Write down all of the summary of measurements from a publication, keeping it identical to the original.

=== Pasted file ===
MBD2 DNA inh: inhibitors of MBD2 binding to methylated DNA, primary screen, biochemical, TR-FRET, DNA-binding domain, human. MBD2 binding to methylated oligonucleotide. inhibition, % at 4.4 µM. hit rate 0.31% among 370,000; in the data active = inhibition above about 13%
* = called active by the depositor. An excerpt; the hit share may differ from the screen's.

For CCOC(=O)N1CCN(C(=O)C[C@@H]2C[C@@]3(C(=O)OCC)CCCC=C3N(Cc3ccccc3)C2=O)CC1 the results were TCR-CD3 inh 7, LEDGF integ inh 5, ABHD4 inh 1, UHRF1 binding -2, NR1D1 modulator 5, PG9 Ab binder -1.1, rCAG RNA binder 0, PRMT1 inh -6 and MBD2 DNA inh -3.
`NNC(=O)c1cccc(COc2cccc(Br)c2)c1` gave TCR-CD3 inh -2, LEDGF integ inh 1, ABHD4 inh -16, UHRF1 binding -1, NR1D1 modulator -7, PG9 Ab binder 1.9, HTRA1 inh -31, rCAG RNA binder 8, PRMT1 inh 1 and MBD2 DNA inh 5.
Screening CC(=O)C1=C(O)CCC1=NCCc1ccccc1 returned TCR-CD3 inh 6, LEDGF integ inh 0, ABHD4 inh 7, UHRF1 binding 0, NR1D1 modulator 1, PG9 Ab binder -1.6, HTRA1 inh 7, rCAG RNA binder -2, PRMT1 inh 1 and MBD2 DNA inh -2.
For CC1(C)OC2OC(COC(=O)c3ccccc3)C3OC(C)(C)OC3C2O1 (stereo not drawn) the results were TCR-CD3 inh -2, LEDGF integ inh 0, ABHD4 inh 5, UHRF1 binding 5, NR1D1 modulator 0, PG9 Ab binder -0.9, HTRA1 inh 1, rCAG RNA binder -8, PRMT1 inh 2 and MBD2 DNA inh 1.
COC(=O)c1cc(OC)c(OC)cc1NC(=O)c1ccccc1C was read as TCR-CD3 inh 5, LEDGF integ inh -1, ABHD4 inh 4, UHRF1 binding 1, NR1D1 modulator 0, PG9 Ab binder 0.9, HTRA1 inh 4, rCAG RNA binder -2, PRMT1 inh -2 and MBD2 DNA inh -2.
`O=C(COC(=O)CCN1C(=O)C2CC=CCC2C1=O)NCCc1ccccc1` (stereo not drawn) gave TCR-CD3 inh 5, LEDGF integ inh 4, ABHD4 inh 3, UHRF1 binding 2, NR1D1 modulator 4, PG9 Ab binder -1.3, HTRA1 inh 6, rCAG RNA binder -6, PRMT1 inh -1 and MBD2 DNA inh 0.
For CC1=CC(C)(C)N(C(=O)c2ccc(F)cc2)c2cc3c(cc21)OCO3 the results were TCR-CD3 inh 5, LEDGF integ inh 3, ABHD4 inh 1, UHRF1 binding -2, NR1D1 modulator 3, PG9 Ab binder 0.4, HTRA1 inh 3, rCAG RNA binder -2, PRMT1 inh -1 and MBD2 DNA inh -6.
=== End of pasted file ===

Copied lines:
MBD2 DNA inh: inhibitors of MBD2 binding to methylated DNA, primary screen, biochemical, TR-FRET, DNA-binding domain, human. MBD2 binding to methylated oligonucleotide. inhibition, % at 4.4 µM. hit rate 0.31% among 370,000; in the data active = inhibition above about 13%
* = called active by the depositor. An excerpt; the hit share may differ from the screen's.

For CCOC(=O)N1CCN(C(=O)C[C@@H]2C[C@@]3(C(=O)OCC)CCCC=C3N(Cc3ccccc3)C2=O)CC1 the results were TCR-CD3 inh 7, LEDGF integ inh 5, ABHD4 inh 1, UHRF1 binding -2, NR1D1 modulator 5, PG9 Ab binder -1.1, rCAG RNA binder 0, PRMT1 inh -6 and MBD2 DNA inh -3.
`NNC(=O)c1cccc(COc2cccc(Br)c2)c1` gave TCR-CD3 inh -2, LEDGF integ inh 1, ABHD4 inh -16, UHRF1 binding -1, NR1D1 modulator -7, PG9 Ab binder 1.9, HTRA1 inh -31, rCAG RNA binder 8, PRMT1 inh 1 and MBD2 DNA inh 5.
Screening CC(=O)C1=C(O)CCC1=NCCc1ccccc1 returned TCR-CD3 inh 6, LEDGF integ inh 0, ABHD4 inh 7, UHRF1 binding 0, NR1D1 modulator 1, PG9 Ab binder -1.6, HTRA1 inh 7, rCAG RNA binder -2, PRMT1 inh 1 and MBD2 DNA inh -2.
For CC1(C)OC2OC(COC(=O)c3ccccc3)C3OC(C)(C)OC3C2O1 (stereo not drawn) the results were TCR-CD3 inh -2, LEDGF integ inh 0, ABHD4 inh 5, UHRF1 binding 5, NR1D1 modulator 0, PG9 Ab binder -0.9, HTRA1 inh 1, rCAG RNA binder -8, PRMT1 inh 2 and MBD2 DNA inh 1.
COC(=O)c1cc(OC)c(OC)cc1NC(=O)c1ccccc1C was read as TCR-CD3 inh 5, LEDGF integ inh -1, ABHD4 inh 4, UHRF1 binding 1, NR1D1 modulator 0, PG9 Ab binder 0.9, HTRA1 inh 4, rCAG RNA binder -2, PRMT1 inh -2 and MBD2 DNA inh -2.
`O=C(COC(=O)CCN1C(=O)C2CC=CCC2C1=O)NCCc1ccccc1` (stereo not drawn) gave TCR-CD3 inh 5, LEDGF integ inh 4, ABHD4 inh 3, UHRF1 binding 2, NR1D1 modulator 4, PG9 Ab binder -1.3, HTRA1 inh 6, rCAG RNA binder -6, PRMT1 inh -1 and MBD2 DNA inh 0.
For CC1=CC(C)(C)N(C(=O)c2ccc(F)cc2)c2cc3c(cc21)OCO3 the results were TCR-CD3 inh 5, LEDGF integ inh 3, ABHD4 inh 1, UHRF1 binding -2, NR1D1 modulator 3, PG9 Ab binder 0.4, HTRA1 inh 3, rCAG RNA binder -2, PRMT1 inh -1 and MBD2 DNA inh -6.